Copper dropped by the exchange-imposed limit in Shanghai, pacing losses in the metal traded in London, on scepticism US measures to shore up banks and unlock credit markets will quickly lift the global recession.
A jump in global inventories also weighed on prices. Copper stockpiles in warehouses monitored by the London Metal Exchange rose to the highest since November 2003.
Aluminum inventories are at a record and nickel stockpiles are the highest since July 1995. China cut January imports of the metal and products by 19 per cent from the previous month when they had reached a 20-month high, according to preliminary customs data. The country's exports of aluminum and alloys fell 77 per cent to 17,646 tonnes in January from December.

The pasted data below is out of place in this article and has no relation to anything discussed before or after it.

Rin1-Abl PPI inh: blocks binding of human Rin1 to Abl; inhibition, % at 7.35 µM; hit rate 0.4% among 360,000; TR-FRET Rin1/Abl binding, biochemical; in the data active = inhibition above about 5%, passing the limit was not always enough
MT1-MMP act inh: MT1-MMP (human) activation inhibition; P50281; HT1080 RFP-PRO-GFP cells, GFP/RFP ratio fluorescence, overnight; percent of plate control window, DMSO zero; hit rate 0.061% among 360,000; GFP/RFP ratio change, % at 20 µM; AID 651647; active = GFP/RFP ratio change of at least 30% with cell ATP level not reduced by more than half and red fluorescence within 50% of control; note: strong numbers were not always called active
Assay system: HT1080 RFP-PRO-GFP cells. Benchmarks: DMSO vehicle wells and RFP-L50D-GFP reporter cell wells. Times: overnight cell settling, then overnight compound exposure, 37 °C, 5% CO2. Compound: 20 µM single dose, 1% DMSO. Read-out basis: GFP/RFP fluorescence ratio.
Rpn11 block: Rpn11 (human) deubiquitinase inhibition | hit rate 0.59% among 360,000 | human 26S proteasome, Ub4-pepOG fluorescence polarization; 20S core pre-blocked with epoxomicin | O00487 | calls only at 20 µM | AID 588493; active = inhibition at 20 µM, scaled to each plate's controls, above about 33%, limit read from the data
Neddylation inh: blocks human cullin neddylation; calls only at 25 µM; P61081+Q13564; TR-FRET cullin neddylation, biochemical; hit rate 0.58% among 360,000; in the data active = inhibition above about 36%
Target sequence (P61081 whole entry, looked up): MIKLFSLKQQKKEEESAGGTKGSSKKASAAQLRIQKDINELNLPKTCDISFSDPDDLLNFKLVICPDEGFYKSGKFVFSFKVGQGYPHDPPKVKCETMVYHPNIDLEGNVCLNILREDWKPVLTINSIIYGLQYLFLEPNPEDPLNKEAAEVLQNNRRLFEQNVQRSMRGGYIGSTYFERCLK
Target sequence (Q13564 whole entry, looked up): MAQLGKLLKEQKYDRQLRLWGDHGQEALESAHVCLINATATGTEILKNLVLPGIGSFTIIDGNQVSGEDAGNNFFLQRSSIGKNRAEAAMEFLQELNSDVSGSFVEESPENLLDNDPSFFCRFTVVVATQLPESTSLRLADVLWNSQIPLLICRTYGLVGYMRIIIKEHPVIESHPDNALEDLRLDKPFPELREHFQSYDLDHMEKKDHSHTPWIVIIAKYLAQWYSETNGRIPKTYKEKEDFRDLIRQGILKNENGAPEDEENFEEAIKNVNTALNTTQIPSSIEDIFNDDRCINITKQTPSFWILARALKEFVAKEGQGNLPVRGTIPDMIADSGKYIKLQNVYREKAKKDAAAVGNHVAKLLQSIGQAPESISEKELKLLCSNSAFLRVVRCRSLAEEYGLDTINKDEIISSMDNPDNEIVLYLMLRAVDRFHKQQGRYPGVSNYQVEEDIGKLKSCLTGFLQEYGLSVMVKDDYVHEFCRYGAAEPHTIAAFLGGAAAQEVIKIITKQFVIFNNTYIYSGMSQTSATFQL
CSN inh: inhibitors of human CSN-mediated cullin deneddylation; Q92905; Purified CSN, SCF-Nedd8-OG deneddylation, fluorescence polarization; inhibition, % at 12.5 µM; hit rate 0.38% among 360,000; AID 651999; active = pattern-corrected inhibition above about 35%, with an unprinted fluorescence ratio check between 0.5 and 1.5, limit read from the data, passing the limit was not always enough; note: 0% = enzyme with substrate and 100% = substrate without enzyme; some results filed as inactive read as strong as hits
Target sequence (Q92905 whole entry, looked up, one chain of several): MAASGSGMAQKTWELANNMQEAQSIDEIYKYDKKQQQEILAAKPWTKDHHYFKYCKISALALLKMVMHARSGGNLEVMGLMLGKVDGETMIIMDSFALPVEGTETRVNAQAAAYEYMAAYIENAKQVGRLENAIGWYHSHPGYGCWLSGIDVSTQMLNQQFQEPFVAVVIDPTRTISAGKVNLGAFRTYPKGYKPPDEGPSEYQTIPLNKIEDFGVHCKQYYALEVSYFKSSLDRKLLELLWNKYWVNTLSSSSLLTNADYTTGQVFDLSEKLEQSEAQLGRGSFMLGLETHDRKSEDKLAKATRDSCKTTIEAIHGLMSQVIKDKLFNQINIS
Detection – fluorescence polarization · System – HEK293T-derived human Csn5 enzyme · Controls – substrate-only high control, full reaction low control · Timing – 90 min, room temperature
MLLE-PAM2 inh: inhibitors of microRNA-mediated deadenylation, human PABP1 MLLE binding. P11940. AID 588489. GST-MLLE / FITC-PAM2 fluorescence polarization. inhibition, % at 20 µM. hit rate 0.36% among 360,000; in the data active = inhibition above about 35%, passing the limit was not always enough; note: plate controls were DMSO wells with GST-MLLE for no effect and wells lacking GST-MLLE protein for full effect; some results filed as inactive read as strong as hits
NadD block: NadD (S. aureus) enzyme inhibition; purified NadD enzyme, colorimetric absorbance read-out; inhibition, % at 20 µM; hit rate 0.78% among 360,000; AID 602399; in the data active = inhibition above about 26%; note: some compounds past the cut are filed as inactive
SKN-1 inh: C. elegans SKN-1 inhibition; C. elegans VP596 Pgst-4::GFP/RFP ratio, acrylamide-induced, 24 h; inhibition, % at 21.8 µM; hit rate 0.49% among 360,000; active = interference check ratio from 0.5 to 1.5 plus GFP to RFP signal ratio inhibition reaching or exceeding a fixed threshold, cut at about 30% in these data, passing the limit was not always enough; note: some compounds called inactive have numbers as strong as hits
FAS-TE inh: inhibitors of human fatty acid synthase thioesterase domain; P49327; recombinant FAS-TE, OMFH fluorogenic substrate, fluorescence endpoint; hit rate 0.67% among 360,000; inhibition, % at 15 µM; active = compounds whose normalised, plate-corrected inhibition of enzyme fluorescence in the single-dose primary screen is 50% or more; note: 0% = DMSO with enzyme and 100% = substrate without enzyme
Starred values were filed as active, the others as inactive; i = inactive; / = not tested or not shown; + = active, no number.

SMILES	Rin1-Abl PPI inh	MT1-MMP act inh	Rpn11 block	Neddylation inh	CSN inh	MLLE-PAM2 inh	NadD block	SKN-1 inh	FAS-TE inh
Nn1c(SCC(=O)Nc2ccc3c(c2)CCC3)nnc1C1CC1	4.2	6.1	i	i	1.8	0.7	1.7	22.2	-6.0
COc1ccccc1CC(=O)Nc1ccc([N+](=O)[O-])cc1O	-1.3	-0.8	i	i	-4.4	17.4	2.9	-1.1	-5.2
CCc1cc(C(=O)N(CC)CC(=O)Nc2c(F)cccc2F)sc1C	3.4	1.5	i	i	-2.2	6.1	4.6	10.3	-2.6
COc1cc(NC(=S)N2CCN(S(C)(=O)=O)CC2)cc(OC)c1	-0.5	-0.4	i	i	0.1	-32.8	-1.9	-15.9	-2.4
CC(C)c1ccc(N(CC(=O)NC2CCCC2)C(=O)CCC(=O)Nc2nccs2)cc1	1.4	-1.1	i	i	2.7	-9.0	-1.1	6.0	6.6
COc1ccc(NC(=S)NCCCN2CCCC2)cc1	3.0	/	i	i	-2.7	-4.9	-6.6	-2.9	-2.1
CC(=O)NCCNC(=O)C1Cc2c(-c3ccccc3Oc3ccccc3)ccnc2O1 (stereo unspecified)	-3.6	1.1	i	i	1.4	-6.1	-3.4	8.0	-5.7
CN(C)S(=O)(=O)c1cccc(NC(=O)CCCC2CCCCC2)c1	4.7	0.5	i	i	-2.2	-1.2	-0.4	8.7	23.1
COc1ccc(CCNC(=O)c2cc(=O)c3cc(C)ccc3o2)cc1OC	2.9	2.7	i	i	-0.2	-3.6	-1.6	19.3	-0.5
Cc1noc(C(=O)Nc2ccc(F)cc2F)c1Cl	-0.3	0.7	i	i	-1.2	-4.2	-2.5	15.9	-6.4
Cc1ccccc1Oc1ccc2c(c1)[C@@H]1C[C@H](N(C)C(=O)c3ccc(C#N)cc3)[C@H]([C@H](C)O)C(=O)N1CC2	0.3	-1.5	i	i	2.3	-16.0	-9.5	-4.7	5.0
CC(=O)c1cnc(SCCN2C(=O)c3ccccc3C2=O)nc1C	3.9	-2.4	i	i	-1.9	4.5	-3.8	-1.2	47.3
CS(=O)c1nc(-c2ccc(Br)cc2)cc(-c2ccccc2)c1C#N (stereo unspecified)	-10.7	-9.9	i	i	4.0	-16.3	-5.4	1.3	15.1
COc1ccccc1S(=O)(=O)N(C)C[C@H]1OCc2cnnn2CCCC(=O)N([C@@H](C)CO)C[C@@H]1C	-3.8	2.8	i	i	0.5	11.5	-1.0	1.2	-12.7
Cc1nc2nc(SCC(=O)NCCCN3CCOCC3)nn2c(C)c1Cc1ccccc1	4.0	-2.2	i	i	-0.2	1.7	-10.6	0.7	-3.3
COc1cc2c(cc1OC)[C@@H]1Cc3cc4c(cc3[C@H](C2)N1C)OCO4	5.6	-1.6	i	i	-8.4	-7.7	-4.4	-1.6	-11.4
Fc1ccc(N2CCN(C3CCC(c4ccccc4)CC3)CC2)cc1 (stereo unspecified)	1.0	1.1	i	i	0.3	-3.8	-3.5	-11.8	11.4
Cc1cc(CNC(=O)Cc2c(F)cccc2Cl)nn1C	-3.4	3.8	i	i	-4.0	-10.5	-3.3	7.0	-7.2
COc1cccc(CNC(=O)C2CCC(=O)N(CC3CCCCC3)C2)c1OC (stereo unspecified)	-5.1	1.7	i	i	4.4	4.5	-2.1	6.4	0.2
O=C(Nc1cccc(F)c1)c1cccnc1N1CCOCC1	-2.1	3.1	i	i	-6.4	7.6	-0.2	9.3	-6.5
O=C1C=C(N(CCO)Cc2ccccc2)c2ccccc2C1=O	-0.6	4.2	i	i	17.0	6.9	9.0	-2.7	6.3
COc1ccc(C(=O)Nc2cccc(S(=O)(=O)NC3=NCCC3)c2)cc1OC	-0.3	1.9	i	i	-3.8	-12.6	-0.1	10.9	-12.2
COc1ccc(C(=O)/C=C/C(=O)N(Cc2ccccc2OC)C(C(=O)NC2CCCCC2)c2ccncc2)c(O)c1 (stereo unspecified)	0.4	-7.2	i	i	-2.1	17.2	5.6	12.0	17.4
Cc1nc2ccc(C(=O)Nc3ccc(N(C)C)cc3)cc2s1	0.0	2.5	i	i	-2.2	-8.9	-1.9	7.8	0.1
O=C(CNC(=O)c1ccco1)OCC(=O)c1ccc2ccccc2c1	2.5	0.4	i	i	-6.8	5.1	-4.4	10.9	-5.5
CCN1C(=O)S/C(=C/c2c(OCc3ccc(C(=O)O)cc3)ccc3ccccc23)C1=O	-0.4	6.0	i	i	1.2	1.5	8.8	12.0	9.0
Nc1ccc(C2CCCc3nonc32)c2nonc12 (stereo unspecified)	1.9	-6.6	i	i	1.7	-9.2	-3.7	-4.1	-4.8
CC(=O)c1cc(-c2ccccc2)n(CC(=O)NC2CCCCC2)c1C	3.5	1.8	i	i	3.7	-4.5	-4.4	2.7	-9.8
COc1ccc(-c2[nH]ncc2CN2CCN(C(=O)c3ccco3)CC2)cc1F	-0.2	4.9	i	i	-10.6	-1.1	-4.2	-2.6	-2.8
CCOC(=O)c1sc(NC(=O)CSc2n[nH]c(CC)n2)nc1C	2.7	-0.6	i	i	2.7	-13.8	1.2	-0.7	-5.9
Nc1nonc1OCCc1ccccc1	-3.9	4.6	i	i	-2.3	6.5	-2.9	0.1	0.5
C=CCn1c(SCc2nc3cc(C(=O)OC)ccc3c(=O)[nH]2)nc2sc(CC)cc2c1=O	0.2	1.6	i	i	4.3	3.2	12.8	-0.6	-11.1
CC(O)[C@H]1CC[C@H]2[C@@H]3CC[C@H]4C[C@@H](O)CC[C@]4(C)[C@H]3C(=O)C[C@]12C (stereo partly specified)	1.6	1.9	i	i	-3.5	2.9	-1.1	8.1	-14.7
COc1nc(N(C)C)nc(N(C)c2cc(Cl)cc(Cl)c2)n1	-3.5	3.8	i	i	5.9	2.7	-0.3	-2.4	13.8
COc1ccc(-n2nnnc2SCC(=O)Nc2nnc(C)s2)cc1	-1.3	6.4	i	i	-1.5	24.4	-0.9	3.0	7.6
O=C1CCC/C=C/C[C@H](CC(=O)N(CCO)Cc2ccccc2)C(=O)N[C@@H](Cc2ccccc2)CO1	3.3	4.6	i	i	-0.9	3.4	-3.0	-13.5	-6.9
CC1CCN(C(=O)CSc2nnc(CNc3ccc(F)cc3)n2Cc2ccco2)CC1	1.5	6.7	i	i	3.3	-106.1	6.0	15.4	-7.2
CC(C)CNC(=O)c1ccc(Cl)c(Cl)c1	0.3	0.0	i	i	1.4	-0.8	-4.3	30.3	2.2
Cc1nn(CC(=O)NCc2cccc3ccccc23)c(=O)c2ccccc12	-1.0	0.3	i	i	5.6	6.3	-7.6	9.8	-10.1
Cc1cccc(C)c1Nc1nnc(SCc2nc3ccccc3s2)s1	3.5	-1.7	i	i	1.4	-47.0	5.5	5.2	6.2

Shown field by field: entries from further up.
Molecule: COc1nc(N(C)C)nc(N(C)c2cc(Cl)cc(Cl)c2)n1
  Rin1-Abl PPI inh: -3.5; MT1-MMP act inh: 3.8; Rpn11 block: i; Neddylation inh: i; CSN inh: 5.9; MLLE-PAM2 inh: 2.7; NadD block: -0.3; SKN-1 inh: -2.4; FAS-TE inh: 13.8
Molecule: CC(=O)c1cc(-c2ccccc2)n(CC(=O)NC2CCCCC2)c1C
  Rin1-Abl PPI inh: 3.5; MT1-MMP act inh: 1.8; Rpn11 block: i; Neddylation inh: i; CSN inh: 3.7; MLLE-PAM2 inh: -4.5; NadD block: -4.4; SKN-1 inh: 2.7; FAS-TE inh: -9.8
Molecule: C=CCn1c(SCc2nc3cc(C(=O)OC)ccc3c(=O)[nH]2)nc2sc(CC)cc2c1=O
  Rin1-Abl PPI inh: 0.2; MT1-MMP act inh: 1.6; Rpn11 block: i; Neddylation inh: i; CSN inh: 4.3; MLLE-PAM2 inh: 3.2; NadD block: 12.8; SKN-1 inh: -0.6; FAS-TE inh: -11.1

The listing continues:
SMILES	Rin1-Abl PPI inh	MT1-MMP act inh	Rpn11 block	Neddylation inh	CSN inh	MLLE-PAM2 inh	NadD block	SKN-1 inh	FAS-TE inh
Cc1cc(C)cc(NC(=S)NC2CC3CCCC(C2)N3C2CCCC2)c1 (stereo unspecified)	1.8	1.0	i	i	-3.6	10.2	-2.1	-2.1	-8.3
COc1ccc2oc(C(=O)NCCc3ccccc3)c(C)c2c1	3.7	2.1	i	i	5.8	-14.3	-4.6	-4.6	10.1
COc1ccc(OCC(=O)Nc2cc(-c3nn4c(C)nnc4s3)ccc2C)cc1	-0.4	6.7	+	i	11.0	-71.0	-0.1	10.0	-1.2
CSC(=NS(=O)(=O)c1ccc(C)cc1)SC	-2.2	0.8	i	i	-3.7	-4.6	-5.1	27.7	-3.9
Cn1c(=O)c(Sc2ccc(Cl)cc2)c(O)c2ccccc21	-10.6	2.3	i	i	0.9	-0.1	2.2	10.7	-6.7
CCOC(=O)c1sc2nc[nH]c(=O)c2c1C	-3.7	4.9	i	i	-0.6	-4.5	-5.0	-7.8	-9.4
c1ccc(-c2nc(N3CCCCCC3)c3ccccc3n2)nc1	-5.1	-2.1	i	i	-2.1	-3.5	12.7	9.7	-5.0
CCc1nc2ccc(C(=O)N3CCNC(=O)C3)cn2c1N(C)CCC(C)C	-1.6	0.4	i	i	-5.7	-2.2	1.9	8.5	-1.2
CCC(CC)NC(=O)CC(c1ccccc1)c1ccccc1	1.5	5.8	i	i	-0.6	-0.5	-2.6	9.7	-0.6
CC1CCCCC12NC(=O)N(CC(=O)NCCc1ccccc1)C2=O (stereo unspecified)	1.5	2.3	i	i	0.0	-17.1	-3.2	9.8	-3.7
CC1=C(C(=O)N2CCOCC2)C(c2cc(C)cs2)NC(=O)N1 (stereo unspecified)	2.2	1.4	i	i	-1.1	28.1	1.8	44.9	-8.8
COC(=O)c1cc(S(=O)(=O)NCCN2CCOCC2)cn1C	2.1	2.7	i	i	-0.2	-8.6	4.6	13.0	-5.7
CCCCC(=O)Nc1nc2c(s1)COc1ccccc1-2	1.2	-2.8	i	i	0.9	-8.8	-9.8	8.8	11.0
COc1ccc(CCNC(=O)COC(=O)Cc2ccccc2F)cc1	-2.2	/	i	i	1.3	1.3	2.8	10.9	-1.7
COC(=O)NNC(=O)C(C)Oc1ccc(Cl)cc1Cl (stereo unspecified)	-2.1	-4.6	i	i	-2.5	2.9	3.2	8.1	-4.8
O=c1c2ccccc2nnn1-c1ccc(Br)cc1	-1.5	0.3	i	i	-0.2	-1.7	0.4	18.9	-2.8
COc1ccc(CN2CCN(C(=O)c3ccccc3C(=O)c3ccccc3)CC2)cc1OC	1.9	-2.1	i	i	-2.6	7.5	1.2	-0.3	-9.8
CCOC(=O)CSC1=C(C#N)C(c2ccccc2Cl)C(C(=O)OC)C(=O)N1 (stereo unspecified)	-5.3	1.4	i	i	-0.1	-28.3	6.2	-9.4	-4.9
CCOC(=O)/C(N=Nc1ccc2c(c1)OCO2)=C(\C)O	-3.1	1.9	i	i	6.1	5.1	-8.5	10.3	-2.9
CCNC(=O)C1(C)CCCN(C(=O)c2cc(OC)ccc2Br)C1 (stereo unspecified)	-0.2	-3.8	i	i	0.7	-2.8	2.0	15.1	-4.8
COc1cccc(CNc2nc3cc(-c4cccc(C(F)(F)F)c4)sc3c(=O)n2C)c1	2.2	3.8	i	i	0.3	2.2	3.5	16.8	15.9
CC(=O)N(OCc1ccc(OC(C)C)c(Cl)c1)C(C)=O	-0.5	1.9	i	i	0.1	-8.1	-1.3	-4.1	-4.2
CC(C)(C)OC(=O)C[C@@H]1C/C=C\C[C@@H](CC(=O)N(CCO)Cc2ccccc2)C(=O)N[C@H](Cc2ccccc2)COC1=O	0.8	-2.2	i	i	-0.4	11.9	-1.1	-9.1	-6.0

Copper for May delivery, the most active contract on the Shanghai Futures Exchange, fell by five per cent from the previous settlement price, to 27,960 yuan ($4,091) a metric tonne. It has gained 18 per cent the past six days. London Metal Exchange copper fell as much as two per cent to $3,415 a tonne.
Copper futures also fell the most in a week in New York. Copper futures for March delivery fell 3.7 cents, or 2.3 per cent, to $1.576 a pound on the Comex division of the New York Mercantile Exchange.
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